For more information and examples, see the readme [1].

[1] https://github.com/d-cross-compiler/docker-ldc-darwin

--
/Jacob Carlborg
Apr 07
next sibling parent "H. S. Teoh" <hsteoh quickfur.ath.cx> writes:
On Wed, Apr 07, 2021 at 12:24:40PM +0000, Jacob Carlborg via
Digitalmars-d-announce wrote:

 
 I would like to announce a new project I'm working on:
 docker-ldc-darwin [1]. The project consists of a Dockerfile for
 building a Docker image which has all the necessary tools to
 cross-compile D applications targeting macOS x86-64.
[...] Thanks!!! This is what I've been looking for, for a long time! T -- Holding a grudge is like drinking poison and hoping the other person dies. -- seen on the 'Net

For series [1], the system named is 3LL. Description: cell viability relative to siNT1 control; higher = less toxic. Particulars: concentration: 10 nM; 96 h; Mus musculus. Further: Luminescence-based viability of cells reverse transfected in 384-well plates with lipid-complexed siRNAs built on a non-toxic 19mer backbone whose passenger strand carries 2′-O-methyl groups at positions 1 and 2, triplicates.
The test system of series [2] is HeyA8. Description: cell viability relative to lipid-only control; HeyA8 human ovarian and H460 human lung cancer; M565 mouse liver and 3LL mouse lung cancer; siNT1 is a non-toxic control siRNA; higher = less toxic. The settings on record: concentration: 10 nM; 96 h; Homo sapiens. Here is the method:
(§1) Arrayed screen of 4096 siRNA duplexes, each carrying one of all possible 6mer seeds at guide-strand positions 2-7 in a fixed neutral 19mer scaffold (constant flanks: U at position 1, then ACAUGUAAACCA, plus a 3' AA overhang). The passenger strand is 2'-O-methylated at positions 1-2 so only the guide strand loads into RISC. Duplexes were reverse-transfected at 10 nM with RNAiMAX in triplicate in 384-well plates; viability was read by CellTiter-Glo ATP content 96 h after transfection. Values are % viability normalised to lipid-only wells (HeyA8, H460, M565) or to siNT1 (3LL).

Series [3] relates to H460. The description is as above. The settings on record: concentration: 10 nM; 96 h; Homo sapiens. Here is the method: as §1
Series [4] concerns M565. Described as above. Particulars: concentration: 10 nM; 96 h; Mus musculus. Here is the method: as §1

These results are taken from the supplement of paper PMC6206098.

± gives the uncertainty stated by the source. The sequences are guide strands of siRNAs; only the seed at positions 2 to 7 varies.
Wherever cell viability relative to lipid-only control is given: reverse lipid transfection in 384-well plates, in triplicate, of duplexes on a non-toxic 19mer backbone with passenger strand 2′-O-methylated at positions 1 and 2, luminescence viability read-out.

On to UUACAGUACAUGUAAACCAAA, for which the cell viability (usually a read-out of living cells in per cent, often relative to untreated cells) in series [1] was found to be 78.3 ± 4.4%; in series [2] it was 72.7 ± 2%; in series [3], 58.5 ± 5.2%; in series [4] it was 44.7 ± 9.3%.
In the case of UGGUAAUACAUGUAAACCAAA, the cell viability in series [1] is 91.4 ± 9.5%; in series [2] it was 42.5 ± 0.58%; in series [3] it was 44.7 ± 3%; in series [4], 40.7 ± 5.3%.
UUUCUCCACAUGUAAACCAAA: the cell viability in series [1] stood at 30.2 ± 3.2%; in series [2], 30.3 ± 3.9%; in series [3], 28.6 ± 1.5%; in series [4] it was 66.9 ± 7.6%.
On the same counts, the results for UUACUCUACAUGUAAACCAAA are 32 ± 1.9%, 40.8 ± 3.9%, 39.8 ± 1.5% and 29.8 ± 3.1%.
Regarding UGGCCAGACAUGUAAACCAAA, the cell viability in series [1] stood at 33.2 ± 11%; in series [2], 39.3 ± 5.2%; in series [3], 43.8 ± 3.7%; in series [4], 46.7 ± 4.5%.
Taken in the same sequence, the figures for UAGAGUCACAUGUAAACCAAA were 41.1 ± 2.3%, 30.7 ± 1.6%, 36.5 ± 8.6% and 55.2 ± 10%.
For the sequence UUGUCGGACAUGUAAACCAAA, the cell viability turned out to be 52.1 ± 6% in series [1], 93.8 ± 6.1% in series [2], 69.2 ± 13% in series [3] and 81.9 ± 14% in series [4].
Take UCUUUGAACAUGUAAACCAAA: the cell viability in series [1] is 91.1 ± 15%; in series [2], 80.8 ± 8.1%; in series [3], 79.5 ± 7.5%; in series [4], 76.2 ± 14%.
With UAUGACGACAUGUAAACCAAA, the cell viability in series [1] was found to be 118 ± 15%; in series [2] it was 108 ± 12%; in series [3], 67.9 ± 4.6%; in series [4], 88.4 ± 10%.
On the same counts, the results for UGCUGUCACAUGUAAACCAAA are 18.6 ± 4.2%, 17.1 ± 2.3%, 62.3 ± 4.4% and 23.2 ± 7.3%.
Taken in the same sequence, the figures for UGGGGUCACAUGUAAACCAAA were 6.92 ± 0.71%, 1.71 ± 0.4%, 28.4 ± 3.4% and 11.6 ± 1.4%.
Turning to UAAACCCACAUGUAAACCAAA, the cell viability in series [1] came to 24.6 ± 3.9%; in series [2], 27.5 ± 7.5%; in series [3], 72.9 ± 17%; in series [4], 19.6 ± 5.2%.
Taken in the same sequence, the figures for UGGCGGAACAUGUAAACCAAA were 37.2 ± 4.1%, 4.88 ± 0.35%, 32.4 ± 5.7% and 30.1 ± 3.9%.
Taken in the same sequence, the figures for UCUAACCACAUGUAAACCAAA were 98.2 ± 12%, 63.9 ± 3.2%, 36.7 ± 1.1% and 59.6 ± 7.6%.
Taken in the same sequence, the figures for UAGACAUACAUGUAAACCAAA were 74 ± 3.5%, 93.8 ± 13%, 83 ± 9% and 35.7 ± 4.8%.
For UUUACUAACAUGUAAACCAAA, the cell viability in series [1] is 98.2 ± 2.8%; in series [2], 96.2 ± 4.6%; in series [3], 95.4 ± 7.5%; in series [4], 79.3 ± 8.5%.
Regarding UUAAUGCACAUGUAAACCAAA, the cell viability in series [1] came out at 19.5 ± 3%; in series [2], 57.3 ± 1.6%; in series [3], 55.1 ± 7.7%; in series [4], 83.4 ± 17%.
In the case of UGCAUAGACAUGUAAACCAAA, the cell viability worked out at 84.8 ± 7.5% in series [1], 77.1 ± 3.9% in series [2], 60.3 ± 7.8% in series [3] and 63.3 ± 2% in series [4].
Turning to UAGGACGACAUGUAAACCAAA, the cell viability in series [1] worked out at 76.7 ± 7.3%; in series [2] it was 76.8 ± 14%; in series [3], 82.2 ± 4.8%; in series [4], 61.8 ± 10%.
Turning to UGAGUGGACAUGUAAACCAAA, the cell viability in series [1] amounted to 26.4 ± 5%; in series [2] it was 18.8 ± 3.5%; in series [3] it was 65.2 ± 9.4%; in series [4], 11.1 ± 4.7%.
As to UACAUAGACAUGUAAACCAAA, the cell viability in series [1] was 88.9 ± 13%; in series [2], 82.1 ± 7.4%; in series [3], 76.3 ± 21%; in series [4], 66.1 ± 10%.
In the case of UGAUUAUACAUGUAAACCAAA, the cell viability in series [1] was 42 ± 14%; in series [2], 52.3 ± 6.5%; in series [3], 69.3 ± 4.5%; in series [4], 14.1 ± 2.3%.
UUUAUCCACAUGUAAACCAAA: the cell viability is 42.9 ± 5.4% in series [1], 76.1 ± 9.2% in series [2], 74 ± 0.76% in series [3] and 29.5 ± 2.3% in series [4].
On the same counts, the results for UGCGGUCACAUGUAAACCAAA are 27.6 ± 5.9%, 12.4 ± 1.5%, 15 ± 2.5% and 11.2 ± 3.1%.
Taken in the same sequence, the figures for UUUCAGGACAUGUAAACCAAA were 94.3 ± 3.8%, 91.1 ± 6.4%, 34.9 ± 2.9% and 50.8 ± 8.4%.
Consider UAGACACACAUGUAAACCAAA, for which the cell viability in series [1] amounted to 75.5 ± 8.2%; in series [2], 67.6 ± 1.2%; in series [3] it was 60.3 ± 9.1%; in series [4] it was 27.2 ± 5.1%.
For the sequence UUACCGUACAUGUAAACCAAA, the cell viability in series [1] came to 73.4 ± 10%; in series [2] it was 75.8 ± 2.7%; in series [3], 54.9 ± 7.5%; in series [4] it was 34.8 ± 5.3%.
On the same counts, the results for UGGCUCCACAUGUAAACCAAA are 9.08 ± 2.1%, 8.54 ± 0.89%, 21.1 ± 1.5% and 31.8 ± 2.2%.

Apr 07
prev sibling next sibling parent reply Guillaume Piolat <first.name spam.org> writes:
On Wednesday, 7 April 2021 at 12:24:40 UTC, Jacob Carlborg wrote:


 I would like to announce a new project I'm working on: 
 docker-ldc-darwin [1]. The project consists of a Dockerfile for 
 building a Docker image which has all the necessary tools to 
 cross-compile D applications targeting macOS x86-64.
Dumb question maybe but: in what use cases should this be used?
Apr 07
parent reply Jacob Carlborg <doob me.com> writes:
On 2021-04-07 17:27, Guillaume Piolat wrote:

 Dumb question maybe but: in what use cases should this be used?